British tax cuts target our jobs
Corporation tax cut to 17pc, CGT to 20pc
Published 17/03/2016 | 02:30
Britain is targeting Ireland's ability to attract jobs by slashing its key business tax rates.
And the income tax regime for middle-income earners has also been made more attractive in Britain.
In Ireland, workers start paying the higher rate at just under €34,000, but in Britain, that threshold will now rise to €57,000.
The move hands an effective personal tax cut to 31 million workers in Britain - but also makes the country far more competitive when trying to attract foreign executives who bring jobs.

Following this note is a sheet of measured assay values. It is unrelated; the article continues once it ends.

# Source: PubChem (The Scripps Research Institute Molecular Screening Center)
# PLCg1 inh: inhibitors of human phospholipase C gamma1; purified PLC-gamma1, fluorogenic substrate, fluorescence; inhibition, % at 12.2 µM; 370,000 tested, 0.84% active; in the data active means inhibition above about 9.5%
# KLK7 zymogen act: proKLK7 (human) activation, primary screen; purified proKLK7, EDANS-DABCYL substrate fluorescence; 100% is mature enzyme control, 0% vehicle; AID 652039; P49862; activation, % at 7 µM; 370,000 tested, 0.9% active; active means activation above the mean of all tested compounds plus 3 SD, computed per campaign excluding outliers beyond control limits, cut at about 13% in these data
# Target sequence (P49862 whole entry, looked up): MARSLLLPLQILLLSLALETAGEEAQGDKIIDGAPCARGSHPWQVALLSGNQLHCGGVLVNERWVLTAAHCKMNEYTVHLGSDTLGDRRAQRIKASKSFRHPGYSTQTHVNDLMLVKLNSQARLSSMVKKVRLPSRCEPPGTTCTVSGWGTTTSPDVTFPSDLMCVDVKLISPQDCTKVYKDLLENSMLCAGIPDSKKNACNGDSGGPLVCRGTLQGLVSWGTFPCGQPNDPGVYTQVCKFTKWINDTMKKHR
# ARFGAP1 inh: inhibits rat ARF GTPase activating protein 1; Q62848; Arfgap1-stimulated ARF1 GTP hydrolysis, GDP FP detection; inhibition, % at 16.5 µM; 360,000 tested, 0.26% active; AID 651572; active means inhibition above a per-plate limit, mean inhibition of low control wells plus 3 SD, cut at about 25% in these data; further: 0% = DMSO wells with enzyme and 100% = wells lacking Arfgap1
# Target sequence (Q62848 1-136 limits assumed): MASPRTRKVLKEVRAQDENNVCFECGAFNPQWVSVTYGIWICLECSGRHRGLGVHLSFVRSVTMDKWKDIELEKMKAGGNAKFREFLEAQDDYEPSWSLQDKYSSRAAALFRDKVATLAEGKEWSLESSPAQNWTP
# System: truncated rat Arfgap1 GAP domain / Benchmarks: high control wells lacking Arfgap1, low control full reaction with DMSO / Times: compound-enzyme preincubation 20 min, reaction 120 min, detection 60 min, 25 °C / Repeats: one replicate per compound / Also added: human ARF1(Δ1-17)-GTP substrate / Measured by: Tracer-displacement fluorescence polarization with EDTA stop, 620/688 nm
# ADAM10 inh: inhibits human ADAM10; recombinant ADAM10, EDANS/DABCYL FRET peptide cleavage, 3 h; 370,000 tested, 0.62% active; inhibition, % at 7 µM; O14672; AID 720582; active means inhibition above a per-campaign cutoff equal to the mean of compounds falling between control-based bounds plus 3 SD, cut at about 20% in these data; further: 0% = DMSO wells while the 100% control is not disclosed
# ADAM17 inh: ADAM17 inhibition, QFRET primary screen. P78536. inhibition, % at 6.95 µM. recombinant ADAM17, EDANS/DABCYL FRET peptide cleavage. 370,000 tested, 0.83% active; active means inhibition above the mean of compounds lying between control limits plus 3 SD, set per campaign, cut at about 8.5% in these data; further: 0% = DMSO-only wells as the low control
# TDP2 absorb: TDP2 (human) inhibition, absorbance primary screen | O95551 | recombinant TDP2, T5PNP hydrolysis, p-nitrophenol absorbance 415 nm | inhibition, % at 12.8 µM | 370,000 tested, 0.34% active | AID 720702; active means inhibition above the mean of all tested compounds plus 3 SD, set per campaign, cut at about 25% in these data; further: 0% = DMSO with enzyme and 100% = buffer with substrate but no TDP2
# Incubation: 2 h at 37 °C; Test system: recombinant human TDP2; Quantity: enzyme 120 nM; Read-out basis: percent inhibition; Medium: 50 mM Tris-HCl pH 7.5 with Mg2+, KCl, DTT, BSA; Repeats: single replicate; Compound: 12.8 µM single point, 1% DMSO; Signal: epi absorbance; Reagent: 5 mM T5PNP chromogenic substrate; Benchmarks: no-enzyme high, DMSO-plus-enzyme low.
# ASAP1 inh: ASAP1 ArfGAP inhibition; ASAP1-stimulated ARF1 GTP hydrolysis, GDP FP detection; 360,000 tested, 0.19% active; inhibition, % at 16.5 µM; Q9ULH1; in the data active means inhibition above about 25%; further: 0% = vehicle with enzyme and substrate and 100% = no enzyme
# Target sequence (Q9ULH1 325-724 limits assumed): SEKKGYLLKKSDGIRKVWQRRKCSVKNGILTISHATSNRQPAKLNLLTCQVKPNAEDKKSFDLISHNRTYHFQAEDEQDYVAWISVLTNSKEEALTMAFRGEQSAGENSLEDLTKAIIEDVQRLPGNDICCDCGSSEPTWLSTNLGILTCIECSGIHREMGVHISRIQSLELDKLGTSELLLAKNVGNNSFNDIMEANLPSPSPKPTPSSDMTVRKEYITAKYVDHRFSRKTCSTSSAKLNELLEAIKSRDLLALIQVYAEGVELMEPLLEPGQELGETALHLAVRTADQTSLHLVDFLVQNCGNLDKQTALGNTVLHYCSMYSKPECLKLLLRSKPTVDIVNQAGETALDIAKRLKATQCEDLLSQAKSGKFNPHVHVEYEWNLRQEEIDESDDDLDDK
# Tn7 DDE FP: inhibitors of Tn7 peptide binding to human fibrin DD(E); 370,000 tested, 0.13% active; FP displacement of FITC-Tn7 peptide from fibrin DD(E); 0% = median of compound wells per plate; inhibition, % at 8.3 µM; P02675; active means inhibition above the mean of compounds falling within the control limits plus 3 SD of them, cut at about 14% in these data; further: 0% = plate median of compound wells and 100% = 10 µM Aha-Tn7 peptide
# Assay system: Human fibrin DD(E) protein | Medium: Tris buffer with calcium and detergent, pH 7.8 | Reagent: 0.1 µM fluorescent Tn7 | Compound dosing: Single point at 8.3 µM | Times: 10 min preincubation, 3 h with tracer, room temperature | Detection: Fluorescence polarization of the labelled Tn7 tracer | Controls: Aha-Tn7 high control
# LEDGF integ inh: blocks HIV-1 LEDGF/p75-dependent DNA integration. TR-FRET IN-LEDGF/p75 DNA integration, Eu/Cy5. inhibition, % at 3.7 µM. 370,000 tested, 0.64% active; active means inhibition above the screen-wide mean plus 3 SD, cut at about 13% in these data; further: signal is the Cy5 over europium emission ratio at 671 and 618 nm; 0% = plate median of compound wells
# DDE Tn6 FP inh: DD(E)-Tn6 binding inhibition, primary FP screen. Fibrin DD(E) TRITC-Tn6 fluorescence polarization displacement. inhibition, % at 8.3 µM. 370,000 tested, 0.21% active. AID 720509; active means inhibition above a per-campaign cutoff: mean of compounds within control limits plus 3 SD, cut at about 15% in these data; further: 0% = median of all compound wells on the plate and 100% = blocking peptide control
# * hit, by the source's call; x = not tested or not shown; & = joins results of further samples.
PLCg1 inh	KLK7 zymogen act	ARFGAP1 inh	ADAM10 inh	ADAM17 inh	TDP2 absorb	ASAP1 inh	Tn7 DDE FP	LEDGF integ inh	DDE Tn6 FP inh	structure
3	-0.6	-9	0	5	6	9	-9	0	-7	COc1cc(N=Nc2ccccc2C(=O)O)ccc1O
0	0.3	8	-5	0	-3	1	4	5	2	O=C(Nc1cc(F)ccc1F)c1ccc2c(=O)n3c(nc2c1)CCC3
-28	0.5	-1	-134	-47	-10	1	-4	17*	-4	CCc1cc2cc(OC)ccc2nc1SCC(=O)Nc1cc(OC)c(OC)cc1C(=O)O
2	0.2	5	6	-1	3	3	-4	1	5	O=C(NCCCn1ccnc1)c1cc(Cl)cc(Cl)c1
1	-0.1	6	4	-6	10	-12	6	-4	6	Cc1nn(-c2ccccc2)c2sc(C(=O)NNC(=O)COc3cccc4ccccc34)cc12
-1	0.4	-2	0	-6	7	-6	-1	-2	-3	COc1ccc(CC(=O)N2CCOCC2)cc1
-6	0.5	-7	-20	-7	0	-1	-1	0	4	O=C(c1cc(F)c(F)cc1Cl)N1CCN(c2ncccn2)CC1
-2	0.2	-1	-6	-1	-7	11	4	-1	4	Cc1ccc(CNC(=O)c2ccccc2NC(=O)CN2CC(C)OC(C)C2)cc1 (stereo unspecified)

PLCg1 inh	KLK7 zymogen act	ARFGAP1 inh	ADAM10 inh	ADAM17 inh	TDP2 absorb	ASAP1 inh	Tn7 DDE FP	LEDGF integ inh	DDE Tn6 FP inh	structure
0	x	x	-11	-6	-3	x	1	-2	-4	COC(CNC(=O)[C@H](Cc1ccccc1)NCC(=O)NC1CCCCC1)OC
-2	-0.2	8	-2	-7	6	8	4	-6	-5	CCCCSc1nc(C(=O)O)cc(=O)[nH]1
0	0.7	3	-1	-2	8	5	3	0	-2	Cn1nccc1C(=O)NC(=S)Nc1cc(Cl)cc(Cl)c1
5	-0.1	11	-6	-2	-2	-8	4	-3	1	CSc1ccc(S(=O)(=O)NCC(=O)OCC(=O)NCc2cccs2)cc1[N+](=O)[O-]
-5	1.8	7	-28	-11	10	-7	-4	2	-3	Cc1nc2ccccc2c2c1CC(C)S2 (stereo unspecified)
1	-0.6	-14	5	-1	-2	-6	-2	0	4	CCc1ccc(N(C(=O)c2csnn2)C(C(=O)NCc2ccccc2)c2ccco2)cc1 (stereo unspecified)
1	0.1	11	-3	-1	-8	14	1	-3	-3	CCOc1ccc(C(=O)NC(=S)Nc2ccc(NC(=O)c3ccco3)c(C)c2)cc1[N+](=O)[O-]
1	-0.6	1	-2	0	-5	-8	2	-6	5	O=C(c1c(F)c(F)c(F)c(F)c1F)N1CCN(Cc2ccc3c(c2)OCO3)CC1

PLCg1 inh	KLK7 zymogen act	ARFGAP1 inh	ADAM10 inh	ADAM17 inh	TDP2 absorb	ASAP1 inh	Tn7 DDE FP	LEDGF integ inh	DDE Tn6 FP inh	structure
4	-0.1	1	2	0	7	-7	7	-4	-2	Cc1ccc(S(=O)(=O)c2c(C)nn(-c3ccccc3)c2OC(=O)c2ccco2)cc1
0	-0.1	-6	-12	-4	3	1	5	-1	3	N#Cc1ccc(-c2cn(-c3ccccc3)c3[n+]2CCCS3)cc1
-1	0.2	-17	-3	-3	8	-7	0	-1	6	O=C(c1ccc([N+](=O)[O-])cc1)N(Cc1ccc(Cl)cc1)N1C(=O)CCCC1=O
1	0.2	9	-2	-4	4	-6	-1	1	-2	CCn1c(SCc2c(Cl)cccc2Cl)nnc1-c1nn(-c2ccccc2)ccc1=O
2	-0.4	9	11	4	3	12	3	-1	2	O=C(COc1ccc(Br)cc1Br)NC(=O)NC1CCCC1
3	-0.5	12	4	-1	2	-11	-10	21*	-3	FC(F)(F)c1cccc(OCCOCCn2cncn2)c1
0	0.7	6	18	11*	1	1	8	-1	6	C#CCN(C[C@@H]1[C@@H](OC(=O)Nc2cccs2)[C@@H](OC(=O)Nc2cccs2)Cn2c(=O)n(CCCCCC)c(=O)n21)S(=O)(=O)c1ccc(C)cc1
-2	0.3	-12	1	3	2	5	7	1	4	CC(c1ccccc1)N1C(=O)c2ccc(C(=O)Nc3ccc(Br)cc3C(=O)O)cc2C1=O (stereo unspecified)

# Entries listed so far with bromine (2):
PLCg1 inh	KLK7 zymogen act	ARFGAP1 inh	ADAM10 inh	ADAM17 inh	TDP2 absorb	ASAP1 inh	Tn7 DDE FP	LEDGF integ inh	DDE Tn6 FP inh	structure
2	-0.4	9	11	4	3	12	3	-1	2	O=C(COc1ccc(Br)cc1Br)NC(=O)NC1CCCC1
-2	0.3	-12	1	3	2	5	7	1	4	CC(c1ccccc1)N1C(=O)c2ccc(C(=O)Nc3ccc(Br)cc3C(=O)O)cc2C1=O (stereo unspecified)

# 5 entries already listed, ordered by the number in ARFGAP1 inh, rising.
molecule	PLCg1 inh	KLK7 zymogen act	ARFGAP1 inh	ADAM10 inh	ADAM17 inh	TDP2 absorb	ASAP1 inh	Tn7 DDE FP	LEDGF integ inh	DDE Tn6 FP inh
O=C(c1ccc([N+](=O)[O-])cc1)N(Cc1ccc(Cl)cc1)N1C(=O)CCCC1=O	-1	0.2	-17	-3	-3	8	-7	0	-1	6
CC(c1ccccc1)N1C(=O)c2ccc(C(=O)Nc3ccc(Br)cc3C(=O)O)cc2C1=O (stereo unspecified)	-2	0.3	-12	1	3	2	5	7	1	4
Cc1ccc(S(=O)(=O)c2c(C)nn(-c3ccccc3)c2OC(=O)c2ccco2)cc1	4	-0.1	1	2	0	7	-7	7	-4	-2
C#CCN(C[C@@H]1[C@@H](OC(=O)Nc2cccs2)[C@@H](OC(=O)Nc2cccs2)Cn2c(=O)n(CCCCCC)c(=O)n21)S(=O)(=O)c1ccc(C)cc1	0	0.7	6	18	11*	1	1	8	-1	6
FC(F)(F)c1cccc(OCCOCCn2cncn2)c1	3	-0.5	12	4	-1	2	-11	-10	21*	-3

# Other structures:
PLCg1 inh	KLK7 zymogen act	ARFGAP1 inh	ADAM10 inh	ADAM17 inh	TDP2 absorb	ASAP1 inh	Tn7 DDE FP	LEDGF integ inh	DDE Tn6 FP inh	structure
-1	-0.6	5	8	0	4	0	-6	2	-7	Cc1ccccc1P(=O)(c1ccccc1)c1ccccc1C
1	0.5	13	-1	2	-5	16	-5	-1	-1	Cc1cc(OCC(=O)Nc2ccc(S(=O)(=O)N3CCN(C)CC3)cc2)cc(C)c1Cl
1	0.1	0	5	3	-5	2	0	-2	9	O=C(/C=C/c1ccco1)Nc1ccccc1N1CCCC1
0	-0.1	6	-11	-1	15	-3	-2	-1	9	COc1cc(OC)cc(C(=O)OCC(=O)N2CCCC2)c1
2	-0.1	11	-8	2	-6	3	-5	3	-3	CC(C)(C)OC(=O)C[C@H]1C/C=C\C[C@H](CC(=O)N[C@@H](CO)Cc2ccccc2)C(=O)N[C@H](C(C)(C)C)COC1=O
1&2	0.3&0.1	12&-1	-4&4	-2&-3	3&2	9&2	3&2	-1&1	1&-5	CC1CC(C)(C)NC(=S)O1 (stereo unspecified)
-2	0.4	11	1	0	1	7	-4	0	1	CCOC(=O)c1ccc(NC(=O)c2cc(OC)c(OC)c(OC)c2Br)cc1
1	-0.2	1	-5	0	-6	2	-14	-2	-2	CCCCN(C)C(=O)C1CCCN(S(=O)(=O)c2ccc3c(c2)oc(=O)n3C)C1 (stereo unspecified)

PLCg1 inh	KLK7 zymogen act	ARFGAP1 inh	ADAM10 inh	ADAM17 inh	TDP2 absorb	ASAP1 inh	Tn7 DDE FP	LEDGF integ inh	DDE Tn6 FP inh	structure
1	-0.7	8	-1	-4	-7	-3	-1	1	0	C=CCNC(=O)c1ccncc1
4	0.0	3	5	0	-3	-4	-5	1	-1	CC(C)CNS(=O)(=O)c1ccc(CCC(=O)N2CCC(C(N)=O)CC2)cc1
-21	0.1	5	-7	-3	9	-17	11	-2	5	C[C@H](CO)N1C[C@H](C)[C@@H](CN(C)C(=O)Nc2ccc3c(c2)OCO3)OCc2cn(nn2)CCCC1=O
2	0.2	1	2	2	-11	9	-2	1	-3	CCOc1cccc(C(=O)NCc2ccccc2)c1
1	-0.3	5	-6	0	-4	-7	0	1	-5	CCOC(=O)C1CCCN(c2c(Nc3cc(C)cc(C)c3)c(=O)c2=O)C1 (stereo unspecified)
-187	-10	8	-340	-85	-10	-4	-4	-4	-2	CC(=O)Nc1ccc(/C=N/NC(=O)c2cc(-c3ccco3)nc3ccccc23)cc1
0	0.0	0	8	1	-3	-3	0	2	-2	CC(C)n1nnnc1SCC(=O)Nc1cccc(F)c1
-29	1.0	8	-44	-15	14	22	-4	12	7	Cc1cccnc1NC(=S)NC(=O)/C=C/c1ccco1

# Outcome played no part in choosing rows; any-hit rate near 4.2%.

The developments will pile pressure on Irish efforts to retain and attract international investment.
Britain's headline rate of corporation tax will be cut to 17pc by 2020, closing the gap substantially on our low 12.5pc rate - once in a league of its own among developed nations.
The budget tax sweeteners may help shore up support for Prime Minister David Cameron ahead of a June referendum on European Union membership.
The other big change that will have implications for Ireland is cutting capital gains tax (CGT), which is paid when business owners sell assets, to 20pc from 28pc. That compares to a standard 33pc CGT rate here and poses a direct challenge to Ireland's attractiveness as a business base, according to business leaders here.
Meanwhile, talks on the formation of a government are progressing slowly. Fianna Fáil is trying to poach the Labour Party from Fine Gael in the hope of Micheál Martin beating Enda Kenny in the next Taoiseach vote.